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Touring Colombia according to its annual schedule of fairs and feasts is one of the best ways of proving that the people are one of the country’s greatest assets. Every month, in some corner, there are reasons for celebrating and expressing the national cultural heritage by means of a variety of events.
Every month, in some corner, Colombia has reasons for celebrating and expressing joy.
Colombia fairs and feasts / Photo by Flickr user ottonassar/
The festivities bring together the people’s traditions and collective enthusiasm. The people proudly make their own the values they live by and share them with whoever comes to witness that Colombian festiveness is a deep-rooted virtue that surmounts obstacles and is permanently present in those who build monuments to hope with their smiles.
Colombia pays homage to everything: music itself, women, coffee, saints, panela, rice, the sea, racial composition, and history. And every tribute involves a series of events and cultural expressions that make up the feast, the fair, or the carnival. Enthusiasm overflows from January 1st to December 31st in this tropical land.
January is precisely one of the most cheerful months of the season. Aside from the bustle of Christmas celebrations, many cities celebrate the holiday season simultaneously with other traditional festivities.
Accept our invitation to become acquainted with the most important events that fill the regions of Colombia with color and joy.
Blacks and Whites Carnival / Photo Flickr user elroquero/
The phrase is the hallmark of the inhabitants of Pasto, a city in southwestern Colombia where the Blacks and Whites Carnival, recently declared by Unesco as Masterpiece of the Oral and Intangible Heritage of Humanity, takes place during the first days of the year. Its origins go back to the time when the city was a necessary stop on the way to southern parts of the continent and, naturally, a mingling of races, peoples, and cultures took place.
the Blacks and Whites Carnival is considered the single most significant event in the country for cultural expression of different races.
It is said the carnival really starts on December 28 – Day of the Innocents - with a pre-carnival celebration that pays homage to water and the environment. Yet the most representative days of the actual carnival are the Castañeda Family Parade, the Blacks Day, and the Whites Day, on January 4, 5, and 6 respectively. Black paint, talcum powder, and the merriment and good humor of the pastusos are spread across Pasto, the noble city that leans against the mountains of the Galeras Volcano.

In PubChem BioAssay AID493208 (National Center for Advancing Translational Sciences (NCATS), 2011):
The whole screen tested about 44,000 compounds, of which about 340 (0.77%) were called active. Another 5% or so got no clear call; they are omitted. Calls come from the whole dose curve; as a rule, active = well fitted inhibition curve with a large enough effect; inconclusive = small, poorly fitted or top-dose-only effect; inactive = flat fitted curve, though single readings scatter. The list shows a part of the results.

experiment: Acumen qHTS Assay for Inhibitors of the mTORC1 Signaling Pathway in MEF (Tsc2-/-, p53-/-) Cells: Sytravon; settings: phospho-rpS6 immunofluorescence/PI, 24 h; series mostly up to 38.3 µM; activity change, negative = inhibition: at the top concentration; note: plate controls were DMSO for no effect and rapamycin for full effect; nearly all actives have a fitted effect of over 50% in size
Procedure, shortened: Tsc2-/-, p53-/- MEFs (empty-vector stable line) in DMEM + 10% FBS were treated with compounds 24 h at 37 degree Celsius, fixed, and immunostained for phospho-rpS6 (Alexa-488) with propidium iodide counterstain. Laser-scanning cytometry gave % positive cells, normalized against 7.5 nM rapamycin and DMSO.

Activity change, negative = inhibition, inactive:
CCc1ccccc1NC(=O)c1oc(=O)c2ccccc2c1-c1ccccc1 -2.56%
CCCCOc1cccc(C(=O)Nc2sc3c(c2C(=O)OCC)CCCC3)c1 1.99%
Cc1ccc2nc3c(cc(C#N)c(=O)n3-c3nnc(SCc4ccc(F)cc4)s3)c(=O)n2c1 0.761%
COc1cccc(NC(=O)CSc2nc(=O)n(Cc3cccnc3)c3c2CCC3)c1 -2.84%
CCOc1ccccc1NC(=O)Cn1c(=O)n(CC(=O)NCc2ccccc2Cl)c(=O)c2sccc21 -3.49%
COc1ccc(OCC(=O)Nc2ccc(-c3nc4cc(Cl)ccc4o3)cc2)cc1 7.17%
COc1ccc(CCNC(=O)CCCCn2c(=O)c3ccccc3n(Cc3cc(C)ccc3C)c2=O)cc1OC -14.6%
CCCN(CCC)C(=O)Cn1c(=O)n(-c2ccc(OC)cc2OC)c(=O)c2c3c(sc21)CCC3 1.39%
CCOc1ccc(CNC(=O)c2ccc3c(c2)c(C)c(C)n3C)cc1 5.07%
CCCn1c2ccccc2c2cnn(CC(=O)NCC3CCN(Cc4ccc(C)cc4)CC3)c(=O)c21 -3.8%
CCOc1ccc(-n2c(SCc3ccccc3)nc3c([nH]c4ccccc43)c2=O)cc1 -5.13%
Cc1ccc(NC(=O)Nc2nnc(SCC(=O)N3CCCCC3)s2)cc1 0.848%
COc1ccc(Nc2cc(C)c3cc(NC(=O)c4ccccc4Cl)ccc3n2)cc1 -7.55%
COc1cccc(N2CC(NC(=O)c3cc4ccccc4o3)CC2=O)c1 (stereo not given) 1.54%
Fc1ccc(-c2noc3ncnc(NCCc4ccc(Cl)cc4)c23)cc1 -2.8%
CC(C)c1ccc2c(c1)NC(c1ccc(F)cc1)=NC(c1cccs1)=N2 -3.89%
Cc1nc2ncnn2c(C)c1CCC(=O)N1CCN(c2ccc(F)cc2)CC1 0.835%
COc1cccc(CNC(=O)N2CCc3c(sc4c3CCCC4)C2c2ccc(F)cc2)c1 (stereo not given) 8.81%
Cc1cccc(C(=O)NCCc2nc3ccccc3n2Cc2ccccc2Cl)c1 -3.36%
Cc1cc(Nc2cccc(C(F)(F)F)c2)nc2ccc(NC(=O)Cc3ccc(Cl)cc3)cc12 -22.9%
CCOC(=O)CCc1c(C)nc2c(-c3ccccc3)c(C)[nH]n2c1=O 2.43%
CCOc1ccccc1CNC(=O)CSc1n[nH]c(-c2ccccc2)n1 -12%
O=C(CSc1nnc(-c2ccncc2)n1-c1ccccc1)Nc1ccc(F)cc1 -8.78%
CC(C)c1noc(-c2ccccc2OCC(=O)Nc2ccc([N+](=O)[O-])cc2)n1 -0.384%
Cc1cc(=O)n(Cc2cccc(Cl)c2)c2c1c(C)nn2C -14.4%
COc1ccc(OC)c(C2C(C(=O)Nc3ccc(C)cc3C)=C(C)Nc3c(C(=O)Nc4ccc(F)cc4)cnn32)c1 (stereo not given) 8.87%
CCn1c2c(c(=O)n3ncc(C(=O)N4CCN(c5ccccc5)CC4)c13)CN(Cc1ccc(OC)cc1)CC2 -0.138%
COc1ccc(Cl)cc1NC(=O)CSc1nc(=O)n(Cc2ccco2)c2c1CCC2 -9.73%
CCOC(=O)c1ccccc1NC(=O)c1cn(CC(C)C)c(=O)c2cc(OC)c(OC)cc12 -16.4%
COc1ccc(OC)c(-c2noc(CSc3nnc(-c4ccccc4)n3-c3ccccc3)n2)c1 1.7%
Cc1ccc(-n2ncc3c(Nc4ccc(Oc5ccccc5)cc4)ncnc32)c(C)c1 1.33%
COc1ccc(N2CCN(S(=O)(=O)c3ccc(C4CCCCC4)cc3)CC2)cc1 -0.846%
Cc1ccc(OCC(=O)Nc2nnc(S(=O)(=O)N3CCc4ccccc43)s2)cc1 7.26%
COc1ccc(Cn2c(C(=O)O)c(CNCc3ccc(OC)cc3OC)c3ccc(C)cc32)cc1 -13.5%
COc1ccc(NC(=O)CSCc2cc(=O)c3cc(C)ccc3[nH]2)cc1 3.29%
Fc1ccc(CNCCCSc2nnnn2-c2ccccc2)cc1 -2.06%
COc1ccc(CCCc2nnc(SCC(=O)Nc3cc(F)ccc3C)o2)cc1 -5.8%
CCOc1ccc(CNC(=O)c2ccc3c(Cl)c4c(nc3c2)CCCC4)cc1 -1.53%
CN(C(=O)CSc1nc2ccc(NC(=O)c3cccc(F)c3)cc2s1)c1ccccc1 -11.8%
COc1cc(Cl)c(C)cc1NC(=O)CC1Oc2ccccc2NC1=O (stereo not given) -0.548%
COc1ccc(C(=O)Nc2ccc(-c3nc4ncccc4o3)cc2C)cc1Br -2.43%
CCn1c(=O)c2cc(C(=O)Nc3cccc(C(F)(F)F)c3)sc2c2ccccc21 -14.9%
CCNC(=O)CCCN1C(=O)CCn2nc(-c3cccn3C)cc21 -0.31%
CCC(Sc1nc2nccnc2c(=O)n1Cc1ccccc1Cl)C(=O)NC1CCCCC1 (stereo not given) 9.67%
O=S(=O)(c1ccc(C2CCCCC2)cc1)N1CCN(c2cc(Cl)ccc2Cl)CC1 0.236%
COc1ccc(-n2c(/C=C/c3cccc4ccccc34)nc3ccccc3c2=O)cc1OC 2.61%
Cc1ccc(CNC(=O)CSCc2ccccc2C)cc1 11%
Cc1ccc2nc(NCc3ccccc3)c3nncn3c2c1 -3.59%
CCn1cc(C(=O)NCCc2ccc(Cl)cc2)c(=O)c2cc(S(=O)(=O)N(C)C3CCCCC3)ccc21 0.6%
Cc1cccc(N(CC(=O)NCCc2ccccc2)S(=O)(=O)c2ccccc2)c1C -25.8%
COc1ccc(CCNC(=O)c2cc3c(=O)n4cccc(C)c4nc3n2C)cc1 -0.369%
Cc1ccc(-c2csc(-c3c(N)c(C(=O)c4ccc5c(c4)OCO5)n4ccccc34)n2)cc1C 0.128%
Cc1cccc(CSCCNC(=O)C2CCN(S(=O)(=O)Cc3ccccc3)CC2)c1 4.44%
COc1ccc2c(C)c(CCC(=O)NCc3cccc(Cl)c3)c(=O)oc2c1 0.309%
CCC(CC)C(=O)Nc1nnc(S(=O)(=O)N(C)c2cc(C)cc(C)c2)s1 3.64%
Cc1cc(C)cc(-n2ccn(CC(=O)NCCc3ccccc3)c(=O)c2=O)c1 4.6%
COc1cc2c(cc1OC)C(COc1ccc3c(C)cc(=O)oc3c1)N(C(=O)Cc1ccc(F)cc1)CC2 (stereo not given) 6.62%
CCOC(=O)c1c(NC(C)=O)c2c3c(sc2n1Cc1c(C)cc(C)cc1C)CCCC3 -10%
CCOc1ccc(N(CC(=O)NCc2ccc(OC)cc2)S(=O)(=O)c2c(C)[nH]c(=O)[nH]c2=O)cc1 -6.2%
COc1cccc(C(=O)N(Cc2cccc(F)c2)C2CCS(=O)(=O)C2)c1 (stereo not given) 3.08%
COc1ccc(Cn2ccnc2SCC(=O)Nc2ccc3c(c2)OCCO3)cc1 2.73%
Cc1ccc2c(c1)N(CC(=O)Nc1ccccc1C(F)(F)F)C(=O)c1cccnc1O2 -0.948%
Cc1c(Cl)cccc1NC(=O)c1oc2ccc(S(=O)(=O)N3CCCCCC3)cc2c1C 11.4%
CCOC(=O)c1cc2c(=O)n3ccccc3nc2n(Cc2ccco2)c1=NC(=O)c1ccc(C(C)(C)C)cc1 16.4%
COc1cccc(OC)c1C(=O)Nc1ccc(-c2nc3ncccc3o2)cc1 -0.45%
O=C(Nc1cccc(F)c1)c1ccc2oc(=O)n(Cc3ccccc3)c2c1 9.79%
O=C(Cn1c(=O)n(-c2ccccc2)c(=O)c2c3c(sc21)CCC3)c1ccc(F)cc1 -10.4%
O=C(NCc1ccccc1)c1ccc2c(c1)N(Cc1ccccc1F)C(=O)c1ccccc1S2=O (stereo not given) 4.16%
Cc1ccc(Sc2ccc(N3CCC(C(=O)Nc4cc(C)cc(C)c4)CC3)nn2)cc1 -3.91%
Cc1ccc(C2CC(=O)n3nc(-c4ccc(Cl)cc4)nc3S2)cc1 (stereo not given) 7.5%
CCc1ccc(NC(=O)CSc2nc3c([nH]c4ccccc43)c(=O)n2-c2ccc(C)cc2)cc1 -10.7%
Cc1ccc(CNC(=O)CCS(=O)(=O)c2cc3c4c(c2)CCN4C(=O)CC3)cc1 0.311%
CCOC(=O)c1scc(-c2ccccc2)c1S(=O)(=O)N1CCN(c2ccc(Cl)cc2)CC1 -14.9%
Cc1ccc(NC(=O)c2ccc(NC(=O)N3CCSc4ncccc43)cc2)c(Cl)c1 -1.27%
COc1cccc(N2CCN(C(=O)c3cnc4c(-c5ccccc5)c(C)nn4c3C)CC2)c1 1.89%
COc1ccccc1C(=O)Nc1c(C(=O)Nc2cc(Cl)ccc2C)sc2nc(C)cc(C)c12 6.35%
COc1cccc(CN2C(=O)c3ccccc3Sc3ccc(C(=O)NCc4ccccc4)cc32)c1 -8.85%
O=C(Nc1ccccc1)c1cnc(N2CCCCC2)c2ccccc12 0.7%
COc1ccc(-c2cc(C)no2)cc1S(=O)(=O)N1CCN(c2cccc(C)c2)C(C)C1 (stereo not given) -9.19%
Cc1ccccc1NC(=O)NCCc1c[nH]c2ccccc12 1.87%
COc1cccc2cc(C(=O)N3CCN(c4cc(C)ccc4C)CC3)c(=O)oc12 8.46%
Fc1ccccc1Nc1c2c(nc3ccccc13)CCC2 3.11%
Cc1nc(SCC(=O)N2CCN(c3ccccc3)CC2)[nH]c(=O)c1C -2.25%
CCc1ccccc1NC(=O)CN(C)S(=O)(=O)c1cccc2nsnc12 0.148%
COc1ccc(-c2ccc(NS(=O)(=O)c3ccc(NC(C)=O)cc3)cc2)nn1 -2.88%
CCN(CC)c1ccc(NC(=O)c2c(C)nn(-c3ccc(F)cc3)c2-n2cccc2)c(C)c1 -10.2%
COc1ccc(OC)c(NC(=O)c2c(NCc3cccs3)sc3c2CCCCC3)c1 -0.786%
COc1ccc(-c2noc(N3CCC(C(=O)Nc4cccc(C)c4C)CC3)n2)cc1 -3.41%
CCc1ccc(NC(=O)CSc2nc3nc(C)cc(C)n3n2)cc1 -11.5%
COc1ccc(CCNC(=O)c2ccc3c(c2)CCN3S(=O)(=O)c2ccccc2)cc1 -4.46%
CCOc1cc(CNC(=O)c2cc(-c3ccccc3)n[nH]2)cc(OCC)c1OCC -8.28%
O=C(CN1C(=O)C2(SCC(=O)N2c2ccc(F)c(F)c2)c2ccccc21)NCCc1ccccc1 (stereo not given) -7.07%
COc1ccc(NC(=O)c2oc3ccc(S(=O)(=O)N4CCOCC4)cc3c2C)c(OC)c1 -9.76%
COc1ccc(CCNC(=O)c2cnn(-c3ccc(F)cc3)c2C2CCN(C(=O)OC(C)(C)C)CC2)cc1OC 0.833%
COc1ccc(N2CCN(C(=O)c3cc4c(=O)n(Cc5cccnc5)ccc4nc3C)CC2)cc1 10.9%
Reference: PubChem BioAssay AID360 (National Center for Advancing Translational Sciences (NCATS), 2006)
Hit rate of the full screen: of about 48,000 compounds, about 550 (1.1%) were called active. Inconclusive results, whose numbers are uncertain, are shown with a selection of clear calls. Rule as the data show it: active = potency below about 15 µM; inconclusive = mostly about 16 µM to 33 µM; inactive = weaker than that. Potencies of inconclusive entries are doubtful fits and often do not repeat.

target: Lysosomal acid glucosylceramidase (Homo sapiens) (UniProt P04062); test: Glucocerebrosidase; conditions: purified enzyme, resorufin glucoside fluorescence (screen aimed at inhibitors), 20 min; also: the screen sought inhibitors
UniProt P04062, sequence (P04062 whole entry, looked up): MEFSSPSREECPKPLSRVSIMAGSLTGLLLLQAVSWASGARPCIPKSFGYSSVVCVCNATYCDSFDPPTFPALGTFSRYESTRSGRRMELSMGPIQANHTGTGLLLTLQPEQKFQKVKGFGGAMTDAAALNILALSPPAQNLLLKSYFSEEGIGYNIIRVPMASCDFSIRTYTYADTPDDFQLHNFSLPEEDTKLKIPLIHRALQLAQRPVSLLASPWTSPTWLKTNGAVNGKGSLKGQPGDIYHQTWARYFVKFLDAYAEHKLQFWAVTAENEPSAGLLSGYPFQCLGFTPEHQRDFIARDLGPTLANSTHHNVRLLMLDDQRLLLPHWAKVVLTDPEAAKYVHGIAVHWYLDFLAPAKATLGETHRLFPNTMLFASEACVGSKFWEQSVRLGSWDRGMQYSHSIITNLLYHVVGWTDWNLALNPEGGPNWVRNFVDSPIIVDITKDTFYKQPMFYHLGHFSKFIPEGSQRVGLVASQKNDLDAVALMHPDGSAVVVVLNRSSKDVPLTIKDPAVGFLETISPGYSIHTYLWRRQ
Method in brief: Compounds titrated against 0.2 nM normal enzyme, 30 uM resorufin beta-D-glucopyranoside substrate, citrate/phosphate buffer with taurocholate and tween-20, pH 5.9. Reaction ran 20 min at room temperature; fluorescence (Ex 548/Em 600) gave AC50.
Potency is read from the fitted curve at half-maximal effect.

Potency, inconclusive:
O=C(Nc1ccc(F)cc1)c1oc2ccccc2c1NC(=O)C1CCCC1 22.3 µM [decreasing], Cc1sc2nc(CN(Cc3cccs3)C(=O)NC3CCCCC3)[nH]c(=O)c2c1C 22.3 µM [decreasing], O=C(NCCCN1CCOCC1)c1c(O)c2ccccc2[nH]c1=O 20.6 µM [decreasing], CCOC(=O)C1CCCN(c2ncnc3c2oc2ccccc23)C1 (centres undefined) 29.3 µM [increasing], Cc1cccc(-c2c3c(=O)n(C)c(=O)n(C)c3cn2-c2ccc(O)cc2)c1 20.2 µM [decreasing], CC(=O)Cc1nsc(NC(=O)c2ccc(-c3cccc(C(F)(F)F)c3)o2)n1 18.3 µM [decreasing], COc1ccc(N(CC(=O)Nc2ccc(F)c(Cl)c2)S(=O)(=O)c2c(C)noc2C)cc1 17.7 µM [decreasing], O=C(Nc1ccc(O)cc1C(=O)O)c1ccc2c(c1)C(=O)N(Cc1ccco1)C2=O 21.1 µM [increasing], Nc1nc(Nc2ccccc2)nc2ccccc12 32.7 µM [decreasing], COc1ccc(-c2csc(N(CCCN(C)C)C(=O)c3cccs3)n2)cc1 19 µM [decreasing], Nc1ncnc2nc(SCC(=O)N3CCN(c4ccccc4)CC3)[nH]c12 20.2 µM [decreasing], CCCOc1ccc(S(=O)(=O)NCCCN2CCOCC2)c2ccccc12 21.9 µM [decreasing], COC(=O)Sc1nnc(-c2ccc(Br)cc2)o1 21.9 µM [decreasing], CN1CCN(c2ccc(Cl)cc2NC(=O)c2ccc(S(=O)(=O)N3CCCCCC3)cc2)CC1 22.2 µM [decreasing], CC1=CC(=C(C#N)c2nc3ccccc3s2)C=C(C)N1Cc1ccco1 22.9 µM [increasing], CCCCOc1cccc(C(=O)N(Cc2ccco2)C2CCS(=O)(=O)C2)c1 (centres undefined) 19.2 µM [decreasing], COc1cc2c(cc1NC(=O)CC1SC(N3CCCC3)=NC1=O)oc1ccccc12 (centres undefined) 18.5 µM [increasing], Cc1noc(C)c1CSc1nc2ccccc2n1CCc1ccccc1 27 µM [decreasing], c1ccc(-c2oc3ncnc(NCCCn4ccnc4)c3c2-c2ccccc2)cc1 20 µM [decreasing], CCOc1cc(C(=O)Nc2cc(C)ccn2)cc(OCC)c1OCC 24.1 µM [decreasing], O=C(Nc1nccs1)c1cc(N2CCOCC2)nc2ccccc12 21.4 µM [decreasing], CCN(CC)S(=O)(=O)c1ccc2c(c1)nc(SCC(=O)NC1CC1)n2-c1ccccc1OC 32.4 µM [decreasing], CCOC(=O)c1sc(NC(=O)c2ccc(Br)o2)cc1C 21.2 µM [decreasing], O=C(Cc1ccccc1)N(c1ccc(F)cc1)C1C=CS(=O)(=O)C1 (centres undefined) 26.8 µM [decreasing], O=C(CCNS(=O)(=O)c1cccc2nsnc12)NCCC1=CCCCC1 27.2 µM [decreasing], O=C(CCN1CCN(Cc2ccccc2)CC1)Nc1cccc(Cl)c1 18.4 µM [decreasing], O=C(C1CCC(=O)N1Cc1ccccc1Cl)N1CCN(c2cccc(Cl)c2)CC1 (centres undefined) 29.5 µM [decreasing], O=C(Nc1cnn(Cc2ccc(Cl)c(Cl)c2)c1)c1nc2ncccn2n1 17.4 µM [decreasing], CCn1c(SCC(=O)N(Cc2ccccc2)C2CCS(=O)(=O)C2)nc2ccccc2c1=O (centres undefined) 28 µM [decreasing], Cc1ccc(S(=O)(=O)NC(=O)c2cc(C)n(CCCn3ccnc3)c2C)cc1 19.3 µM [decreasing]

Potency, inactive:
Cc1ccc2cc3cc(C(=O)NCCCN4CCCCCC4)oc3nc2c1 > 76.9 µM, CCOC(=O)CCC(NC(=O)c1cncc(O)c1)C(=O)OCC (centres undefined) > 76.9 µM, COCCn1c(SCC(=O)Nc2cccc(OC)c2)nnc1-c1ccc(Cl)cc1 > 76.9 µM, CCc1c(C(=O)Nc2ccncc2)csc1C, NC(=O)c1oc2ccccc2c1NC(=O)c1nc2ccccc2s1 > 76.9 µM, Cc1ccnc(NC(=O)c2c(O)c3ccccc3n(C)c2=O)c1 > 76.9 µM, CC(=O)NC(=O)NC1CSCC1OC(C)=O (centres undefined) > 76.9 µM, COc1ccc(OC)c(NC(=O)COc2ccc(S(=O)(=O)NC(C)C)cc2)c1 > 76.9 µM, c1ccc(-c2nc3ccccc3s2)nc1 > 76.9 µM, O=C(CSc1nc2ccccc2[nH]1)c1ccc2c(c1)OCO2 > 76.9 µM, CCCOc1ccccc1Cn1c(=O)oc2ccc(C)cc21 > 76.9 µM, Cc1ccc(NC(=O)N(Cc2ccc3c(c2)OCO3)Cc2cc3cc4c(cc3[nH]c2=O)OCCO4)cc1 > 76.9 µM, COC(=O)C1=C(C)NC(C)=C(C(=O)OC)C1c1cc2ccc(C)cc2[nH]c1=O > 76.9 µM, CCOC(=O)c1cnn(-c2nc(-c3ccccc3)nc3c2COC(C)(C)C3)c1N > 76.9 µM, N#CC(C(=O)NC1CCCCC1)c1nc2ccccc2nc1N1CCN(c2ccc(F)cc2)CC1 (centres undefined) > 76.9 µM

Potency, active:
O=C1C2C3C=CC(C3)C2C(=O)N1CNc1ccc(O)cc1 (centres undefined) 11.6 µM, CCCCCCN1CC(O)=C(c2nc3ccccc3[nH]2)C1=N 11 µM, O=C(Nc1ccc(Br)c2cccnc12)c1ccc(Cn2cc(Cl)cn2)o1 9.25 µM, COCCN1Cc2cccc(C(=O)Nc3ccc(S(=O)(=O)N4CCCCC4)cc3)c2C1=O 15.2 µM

January is also the time for the Manizales Carnival, a festival deeply rooted in Spanish tradition.
Manizales Carnival / Photo Flickr user FerPer/
It is characterized by the presence of beautiful women, bullfighters, minstrels, orchestras, and clever tango dancers who descend upon the capital of the department of Caldas to turn into one of the most important fairs on the continent.
The Manizales Carnival is a festival deeply rooted in Spanish tradition.
The International Coffee Pageant is also held during the Fair - a tribute paid to the bean and the beverage by lovely contestants coming from many countries. The beauties become the schedule’s outstanding characters, and their presence captures the attention of all when they go up to the Ruiz Snow Peak, when they pass by in the Dew Wagons, and when they attend the popular parties and the bullfights.
Barranquilla Carnival / Photo Flickr user alexfel/
Lent determines the dates of the Barranquilla Carnival. The four days that precede Ash Wednesday are the most outstanding of the celebrations whose tastes, rhythms, and colors begin to be perceived on the eve of December 8, when the city is lit up by thousands of candles and lanterns, in addition to the rays of the sun. It is spectacular.
The carnival shows through original dances and costumed parades, the cultural and racial mixing that characterizes Barranquillla.
The carnival marks the transition from feast to spiritual introspection. A time for expressing, through original dances and costumed parades, the cultural and racial mixing that characterizes Barranquillla. Cumbias, porros, fandangos, mapalés, and chandés are some of the rhythms that are sure to be heard everywhere across the city.